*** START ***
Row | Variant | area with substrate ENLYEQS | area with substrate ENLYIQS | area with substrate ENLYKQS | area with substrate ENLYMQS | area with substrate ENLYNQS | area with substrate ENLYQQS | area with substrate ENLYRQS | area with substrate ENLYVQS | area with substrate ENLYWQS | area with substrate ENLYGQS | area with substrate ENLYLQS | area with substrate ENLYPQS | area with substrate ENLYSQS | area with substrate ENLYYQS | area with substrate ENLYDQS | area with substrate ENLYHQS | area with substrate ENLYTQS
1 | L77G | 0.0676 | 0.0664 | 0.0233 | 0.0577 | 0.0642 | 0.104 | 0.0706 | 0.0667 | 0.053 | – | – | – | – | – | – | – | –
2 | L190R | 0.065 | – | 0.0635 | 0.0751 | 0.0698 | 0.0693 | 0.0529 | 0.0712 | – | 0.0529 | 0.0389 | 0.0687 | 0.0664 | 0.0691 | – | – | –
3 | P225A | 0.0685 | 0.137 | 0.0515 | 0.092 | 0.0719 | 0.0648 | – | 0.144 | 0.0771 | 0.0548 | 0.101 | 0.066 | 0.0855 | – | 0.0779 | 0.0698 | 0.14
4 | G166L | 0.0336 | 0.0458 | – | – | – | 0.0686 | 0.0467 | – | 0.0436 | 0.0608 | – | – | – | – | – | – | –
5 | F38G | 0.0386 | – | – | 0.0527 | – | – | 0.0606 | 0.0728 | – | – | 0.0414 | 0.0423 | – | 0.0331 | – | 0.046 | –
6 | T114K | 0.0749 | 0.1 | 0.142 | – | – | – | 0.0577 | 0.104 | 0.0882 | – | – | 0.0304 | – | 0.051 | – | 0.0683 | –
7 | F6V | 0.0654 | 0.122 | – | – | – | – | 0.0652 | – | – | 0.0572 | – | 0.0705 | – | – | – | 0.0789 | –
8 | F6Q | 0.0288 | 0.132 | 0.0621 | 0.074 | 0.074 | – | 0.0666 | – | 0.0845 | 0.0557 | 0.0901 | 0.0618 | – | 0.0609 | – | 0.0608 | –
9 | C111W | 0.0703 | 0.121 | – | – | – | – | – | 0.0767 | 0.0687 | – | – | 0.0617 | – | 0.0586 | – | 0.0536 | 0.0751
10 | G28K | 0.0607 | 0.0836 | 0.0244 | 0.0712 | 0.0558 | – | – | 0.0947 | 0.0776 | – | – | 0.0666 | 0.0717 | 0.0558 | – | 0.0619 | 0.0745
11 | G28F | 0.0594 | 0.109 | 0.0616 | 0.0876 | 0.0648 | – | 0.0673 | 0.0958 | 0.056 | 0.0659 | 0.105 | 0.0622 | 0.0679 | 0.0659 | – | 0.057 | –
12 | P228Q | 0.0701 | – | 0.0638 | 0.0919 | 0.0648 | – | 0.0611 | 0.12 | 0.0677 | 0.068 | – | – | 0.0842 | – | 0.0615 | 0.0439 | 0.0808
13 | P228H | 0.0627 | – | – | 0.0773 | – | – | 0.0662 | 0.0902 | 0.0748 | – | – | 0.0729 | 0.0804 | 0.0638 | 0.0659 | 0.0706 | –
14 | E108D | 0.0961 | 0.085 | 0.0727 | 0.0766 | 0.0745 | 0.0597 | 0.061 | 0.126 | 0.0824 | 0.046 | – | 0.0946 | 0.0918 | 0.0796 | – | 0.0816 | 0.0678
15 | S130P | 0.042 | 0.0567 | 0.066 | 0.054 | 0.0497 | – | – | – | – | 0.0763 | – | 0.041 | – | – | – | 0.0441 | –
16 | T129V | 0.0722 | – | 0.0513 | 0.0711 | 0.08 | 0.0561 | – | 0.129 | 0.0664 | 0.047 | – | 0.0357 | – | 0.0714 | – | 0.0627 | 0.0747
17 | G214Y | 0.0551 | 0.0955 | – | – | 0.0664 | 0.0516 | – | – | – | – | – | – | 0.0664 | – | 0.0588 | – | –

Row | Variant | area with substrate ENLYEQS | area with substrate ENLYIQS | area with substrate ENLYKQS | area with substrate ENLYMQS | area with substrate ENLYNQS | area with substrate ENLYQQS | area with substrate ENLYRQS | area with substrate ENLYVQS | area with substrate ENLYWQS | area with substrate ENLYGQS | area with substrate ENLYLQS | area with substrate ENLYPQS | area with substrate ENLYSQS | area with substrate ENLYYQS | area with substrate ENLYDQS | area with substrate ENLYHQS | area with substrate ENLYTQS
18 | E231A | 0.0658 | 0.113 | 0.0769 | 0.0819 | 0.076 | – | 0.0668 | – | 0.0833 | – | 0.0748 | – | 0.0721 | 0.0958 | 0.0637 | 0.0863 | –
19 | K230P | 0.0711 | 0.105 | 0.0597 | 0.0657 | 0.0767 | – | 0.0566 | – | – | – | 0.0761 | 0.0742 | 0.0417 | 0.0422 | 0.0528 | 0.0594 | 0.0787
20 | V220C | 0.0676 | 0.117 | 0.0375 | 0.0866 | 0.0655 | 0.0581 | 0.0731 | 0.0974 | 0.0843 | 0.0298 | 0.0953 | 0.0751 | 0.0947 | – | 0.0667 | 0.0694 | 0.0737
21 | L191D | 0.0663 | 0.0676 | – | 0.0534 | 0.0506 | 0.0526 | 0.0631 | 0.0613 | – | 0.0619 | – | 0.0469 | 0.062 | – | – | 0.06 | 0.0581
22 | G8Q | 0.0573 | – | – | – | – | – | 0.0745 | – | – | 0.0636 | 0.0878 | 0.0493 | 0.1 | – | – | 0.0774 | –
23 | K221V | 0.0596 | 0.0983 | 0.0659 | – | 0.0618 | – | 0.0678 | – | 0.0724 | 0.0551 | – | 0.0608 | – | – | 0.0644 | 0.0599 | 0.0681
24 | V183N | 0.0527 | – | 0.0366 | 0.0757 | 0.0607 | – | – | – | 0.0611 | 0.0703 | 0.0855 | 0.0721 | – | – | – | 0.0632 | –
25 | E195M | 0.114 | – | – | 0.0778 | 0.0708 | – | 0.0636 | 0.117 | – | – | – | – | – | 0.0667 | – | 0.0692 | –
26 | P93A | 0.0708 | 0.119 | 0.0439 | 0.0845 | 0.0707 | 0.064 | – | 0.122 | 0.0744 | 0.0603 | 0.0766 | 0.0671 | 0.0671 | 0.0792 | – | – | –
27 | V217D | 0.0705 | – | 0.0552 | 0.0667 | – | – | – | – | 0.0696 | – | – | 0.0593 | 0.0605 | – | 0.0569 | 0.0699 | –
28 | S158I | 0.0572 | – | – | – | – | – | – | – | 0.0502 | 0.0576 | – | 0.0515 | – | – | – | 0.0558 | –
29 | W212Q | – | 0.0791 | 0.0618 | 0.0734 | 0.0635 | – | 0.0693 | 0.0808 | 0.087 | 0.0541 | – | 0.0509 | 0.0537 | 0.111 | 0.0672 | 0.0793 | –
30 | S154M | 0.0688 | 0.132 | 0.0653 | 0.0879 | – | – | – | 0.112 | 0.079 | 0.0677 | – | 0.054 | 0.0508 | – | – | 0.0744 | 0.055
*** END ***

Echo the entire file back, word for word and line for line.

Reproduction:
Row | Variant | area with substrate ENLYEQS | area with substrate ENLYIQS | area with substrate ENLYKQS | area with substrate ENLYMQS | area with substrate ENLYNQS | area with substrate ENLYQQS | area with substrate ENLYRQS | area with substrate ENLYVQS | area with substrate ENLYWQS | area with substrate ENLYGQS | area with substrate ENLYLQS | area with substrate ENLYPQS | area with substrate ENLYSQS | area with substrate ENLYYQS | area with substrate ENLYDQS | area with substrate ENLYHQS | area with substrate ENLYTQS
1 | L77G | 0.0676 | 0.0664 | 0.0233 | 0.0577 | 0.0642 | 0.104 | 0.0706 | 0.0667 | 0.053 | – | – | – | – | – | – | – | –
2 | L190R | 0.065 | – | 0.0635 | 0.0751 | 0.0698 | 0.0693 | 0.0529 | 0.0712 | – | 0.0529 | 0.0389 | 0.0687 | 0.0664 | 0.0691 | – | – | –
3 | P225A | 0.0685 | 0.137 | 0.0515 | 0.092 | 0.0719 | 0.0648 | – | 0.144 | 0.0771 | 0.0548 | 0.101 | 0.066 | 0.0855 | – | 0.0779 | 0.0698 | 0.14
4 | G166L | 0.0336 | 0.0458 | – | – | – | 0.0686 | 0.0467 | – | 0.0436 | 0.0608 | – | – | – | – | – | – | –
5 | F38G | 0.0386 | – | – | 0.0527 | – | – | 0.0606 | 0.0728 | – | – | 0.0414 | 0.0423 | – | 0.0331 | – | 0.046 | –
6 | T114K | 0.0749 | 0.1 | 0.142 | – | – | – | 0.0577 | 0.104 | 0.0882 | – | – | 0.0304 | – | 0.051 | – | 0.0683 | –
7 | F6V | 0.0654 | 0.122 | – | – | – | – | 0.0652 | – | – | 0.0572 | – | 0.0705 | – | – | – | 0.0789 | –
8 | F6Q | 0.0288 | 0.132 | 0.0621 | 0.074 | 0.074 | – | 0.0666 | – | 0.0845 | 0.0557 | 0.0901 | 0.0618 | – | 0.0609 | – | 0.0608 | –
9 | C111W | 0.0703 | 0.121 | – | – | – | – | – | 0.0767 | 0.0687 | – | – | 0.0617 | – | 0.0586 | – | 0.0536 | 0.0751
10 | G28K | 0.0607 | 0.0836 | 0.0244 | 0.0712 | 0.0558 | – | – | 0.0947 | 0.0776 | – | – | 0.0666 | 0.0717 | 0.0558 | – | 0.0619 | 0.0745
11 | G28F | 0.0594 | 0.109 | 0.0616 | 0.0876 | 0.0648 | – | 0.0673 | 0.0958 | 0.056 | 0.0659 | 0.105 | 0.0622 | 0.0679 | 0.0659 | – | 0.057 | –
12 | P228Q | 0.0701 | – | 0.0638 | 0.0919 | 0.0648 | – | 0.0611 | 0.12 | 0.0677 | 0.068 | – | – | 0.0842 | – | 0.0615 | 0.0439 | 0.0808
13 | P228H | 0.0627 | – | – | 0.0773 | – | – | 0.0662 | 0.0902 | 0.0748 | – | – | 0.0729 | 0.0804 | 0.0638 | 0.0659 | 0.0706 | –
14 | E108D | 0.0961 | 0.085 | 0.0727 | 0.0766 | 0.0745 | 0.0597 | 0.061 | 0.126 | 0.0824 | 0.046 | – | 0.0946 | 0.0918 | 0.0796 | – | 0.0816 | 0.0678
15 | S130P | 0.042 | 0.0567 | 0.066 | 0.054 | 0.0497 | – | – | – | – | 0.0763 | – | 0.041 | – | – | – | 0.0441 | –
16 | T129V | 0.0722 | – | 0.0513 | 0.0711 | 0.08 | 0.0561 | – | 0.129 | 0.0664 | 0.047 | – | 0.0357 | – | 0.0714 | – | 0.0627 | 0.0747
17 | G214Y | 0.0551 | 0.0955 | – | – | 0.0664 | 0.0516 | – | – | – | – | – | – | 0.0664 | – | 0.0588 | – | –

Row | Variant | area with substrate ENLYEQS | area with substrate ENLYIQS | area with substrate ENLYKQS | area with substrate ENLYMQS | area with substrate ENLYNQS | area with substrate ENLYQQS | area with substrate ENLYRQS | area with substrate ENLYVQS | area with substrate ENLYWQS | area with substrate ENLYGQS | area with substrate ENLYLQS | area with substrate ENLYPQS | area with substrate ENLYSQS | area with substrate ENLYYQS | area with substrate ENLYDQS | area with substrate ENLYHQS | area with substrate ENLYTQS
18 | E231A | 0.0658 | 0.113 | 0.0769 | 0.0819 | 0.076 | – | 0.0668 | – | 0.0833 | – | 0.0748 | – | 0.0721 | 0.0958 | 0.0637 | 0.0863 | –
19 | K230P | 0.0711 | 0.105 | 0.0597 | 0.0657 | 0.0767 | – | 0.0566 | – | – | – | 0.0761 | 0.0742 | 0.0417 | 0.0422 | 0.0528 | 0.0594 | 0.0787
20 | V220C | 0.0676 | 0.117 | 0.0375 | 0.0866 | 0.0655 | 0.0581 | 0.0731 | 0.0974 | 0.0843 | 0.0298 | 0.0953 | 0.0751 | 0.0947 | – | 0.0667 | 0.0694 | 0.0737
21 | L191D | 0.0663 | 0.0676 | – | 0.0534 | 0.0506 | 0.0526 | 0.0631 | 0.0613 | – | 0.0619 | – | 0.0469 | 0.062 | – | – | 0.06 | 0.0581
22 | G8Q | 0.0573 | – | – | – | – | – | 0.0745 | – | – | 0.0636 | 0.0878 | 0.0493 | 0.1 | – | – | 0.0774 | –
23 | K221V | 0.0596 | 0.0983 | 0.0659 | – | 0.0618 | – | 0.0678 | – | 0.0724 | 0.0551 | – | 0.0608 | – | – | 0.0644 | 0.0599 | 0.0681
24 | V183N | 0.0527 | – | 0.0366 | 0.0757 | 0.0607 | – | – | – | 0.0611 | 0.0703 | 0.0855 | 0.0721 | – | – | – | 0.0632 | –
25 | E195M | 0.114 | – | – | 0.0778 | 0.0708 | – | 0.0636 | 0.117 | – | – | – | – | – | 0.0667 | – | 0.0692 | –
26 | P93A | 0.0708 | 0.119 | 0.0439 | 0.0845 | 0.0707 | 0.064 | – | 0.122 | 0.0744 | 0.0603 | 0.0766 | 0.0671 | 0.0671 | 0.0792 | – | – | –
27 | V217D | 0.0705 | – | 0.0552 | 0.0667 | – | – | – | – | 0.0696 | – | – | 0.0593 | 0.0605 | – | 0.0569 | 0.0699 | –
28 | S158I | 0.0572 | – | – | – | – | – | – | – | 0.0502 | 0.0576 | – | 0.0515 | – | – | – | 0.0558 | –
29 | W212Q | – | 0.0791 | 0.0618 | 0.0734 | 0.0635 | – | 0.0693 | 0.0808 | 0.087 | 0.0541 | – | 0.0509 | 0.0537 | 0.111 | 0.0672 | 0.0793 | –
30 | S154M | 0.0688 | 0.132 | 0.0653 | 0.0879 | – | – | – | 0.112 | 0.079 | 0.0677 | – | 0.054 | 0.0508 | – | – | 0.0744 | 0.055